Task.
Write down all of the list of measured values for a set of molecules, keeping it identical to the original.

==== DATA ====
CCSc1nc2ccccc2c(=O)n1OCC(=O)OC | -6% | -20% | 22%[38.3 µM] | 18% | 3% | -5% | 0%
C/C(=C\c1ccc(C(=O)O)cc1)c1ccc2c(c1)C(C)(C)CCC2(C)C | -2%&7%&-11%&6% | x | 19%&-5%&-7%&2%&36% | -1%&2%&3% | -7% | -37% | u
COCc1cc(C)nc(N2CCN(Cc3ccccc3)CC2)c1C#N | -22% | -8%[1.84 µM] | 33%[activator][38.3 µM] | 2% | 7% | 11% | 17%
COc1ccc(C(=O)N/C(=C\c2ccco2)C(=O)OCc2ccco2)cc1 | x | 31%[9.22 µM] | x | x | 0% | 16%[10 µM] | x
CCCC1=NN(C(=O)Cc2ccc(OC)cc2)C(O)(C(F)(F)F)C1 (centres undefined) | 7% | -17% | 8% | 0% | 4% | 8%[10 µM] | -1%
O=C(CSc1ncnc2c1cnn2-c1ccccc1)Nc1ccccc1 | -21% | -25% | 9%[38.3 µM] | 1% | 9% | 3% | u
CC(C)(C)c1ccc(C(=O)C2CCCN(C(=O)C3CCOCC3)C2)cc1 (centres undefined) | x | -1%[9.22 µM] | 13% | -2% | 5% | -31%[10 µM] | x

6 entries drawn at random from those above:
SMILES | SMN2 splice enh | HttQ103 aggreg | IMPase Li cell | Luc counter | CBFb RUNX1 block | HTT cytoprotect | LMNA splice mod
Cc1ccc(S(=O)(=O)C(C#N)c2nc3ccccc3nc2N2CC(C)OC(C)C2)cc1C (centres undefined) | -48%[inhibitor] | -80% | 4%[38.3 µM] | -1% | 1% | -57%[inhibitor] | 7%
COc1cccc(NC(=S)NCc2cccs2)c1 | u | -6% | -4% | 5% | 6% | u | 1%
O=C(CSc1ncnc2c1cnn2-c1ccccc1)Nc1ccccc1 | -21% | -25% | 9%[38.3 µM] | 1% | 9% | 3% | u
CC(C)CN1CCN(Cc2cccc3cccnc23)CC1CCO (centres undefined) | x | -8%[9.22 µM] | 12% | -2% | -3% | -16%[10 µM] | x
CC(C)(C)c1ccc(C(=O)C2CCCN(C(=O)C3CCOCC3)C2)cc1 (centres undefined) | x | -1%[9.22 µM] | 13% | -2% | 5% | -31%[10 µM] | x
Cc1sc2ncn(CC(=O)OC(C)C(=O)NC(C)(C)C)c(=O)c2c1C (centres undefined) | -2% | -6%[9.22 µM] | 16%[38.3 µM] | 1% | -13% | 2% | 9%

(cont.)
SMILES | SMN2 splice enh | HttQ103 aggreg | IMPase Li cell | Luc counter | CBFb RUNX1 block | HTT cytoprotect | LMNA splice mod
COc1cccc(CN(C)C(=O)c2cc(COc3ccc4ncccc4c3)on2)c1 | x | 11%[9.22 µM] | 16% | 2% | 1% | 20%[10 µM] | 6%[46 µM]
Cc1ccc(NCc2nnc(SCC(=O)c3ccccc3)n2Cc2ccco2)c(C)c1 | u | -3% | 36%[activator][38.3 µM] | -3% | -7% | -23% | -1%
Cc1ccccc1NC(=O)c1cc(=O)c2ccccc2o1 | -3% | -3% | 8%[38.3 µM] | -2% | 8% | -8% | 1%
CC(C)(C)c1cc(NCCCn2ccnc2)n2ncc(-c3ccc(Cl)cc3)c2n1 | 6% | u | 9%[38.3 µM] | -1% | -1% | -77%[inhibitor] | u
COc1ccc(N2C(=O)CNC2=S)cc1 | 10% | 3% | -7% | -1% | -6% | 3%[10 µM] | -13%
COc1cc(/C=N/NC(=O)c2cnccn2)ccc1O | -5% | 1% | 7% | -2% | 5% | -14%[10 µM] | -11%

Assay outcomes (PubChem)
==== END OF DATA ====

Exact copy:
CCSc1nc2ccccc2c(=O)n1OCC(=O)OC | -6% | -20% | 22%[38.3 µM] | 18% | 3% | -5% | 0%
C/C(=C\c1ccc(C(=O)O)cc1)c1ccc2c(c1)C(C)(C)CCC2(C)C | -2%&7%&-11%&6% | x | 19%&-5%&-7%&2%&36% | -1%&2%&3% | -7% | -37% | u
COCc1cc(C)nc(N2CCN(Cc3ccccc3)CC2)c1C#N | -22% | -8%[1.84 µM] | 33%[activator][38.3 µM] | 2% | 7% | 11% | 17%
COc1ccc(C(=O)N/C(=C\c2ccco2)C(=O)OCc2ccco2)cc1 | x | 31%[9.22 µM] | x | x | 0% | 16%[10 µM] | x
CCCC1=NN(C(=O)Cc2ccc(OC)cc2)C(O)(C(F)(F)F)C1 (centres undefined) | 7% | -17% | 8% | 0% | 4% | 8%[10 µM] | -1%
O=C(CSc1ncnc2c1cnn2-c1ccccc1)Nc1ccccc1 | -21% | -25% | 9%[38.3 µM] | 1% | 9% | 3% | u
CC(C)(C)c1ccc(C(=O)C2CCCN(C(=O)C3CCOCC3)C2)cc1 (centres undefined) | x | -1%[9.22 µM] | 13% | -2% | 5% | -31%[10 µM] | x

6 entries drawn at random from those above:
SMILES | SMN2 splice enh | HttQ103 aggreg | IMPase Li cell | Luc counter | CBFb RUNX1 block | HTT cytoprotect | LMNA splice mod
Cc1ccc(S(=O)(=O)C(C#N)c2nc3ccccc3nc2N2CC(C)OC(C)C2)cc1C (centres undefined) | -48%[inhibitor] | -80% | 4%[38.3 µM] | -1% | 1% | -57%[inhibitor] | 7%
COc1cccc(NC(=S)NCc2cccs2)c1 | u | -6% | -4% | 5% | 6% | u | 1%
O=C(CSc1ncnc2c1cnn2-c1ccccc1)Nc1ccccc1 | -21% | -25% | 9%[38.3 µM] | 1% | 9% | 3% | u
CC(C)CN1CCN(Cc2cccc3cccnc23)CC1CCO (centres undefined) | x | -8%[9.22 µM] | 12% | -2% | -3% | -16%[10 µM] | x
CC(C)(C)c1ccc(C(=O)C2CCCN(C(=O)C3CCOCC3)C2)cc1 (centres undefined) | x | -1%[9.22 µM] | 13% | -2% | 5% | -31%[10 µM] | x
Cc1sc2ncn(CC(=O)OC(C)C(=O)NC(C)(C)C)c(=O)c2c1C (centres undefined) | -2% | -6%[9.22 µM] | 16%[38.3 µM] | 1% | -13% | 2% | 9%

(cont.)
SMILES | SMN2 splice enh | HttQ103 aggreg | IMPase Li cell | Luc counter | CBFb RUNX1 block | HTT cytoprotect | LMNA splice mod
COc1cccc(CN(C)C(=O)c2cc(COc3ccc4ncccc4c3)on2)c1 | x | 11%[9.22 µM] | 16% | 2% | 1% | 20%[10 µM] | 6%[46 µM]
Cc1ccc(NCc2nnc(SCC(=O)c3ccccc3)n2Cc2ccco2)c(C)c1 | u | -3% | 36%[activator][38.3 µM] | -3% | -7% | -23% | -1%
Cc1ccccc1NC(=O)c1cc(=O)c2ccccc2o1 | -3% | -3% | 8%[38.3 µM] | -2% | 8% | -8% | 1%
CC(C)(C)c1cc(NCCCn2ccnc2)n2ncc(-c3ccc(Cl)cc3)c2n1 | 6% | u | 9%[38.3 µM] | -1% | -1% | -77%[inhibitor] | u
COc1ccc(N2C(=O)CNC2=S)cc1 | 10% | 3% | -7% | -1% | -6% | 3%[10 µM] | -13%
COc1cc(/C=N/NC(=O)c2cnccn2)ccc1O | -5% | 1% | 7% | -2% | 5% | -14%[10 µM] | -11%

Assay outcomes (PubChem)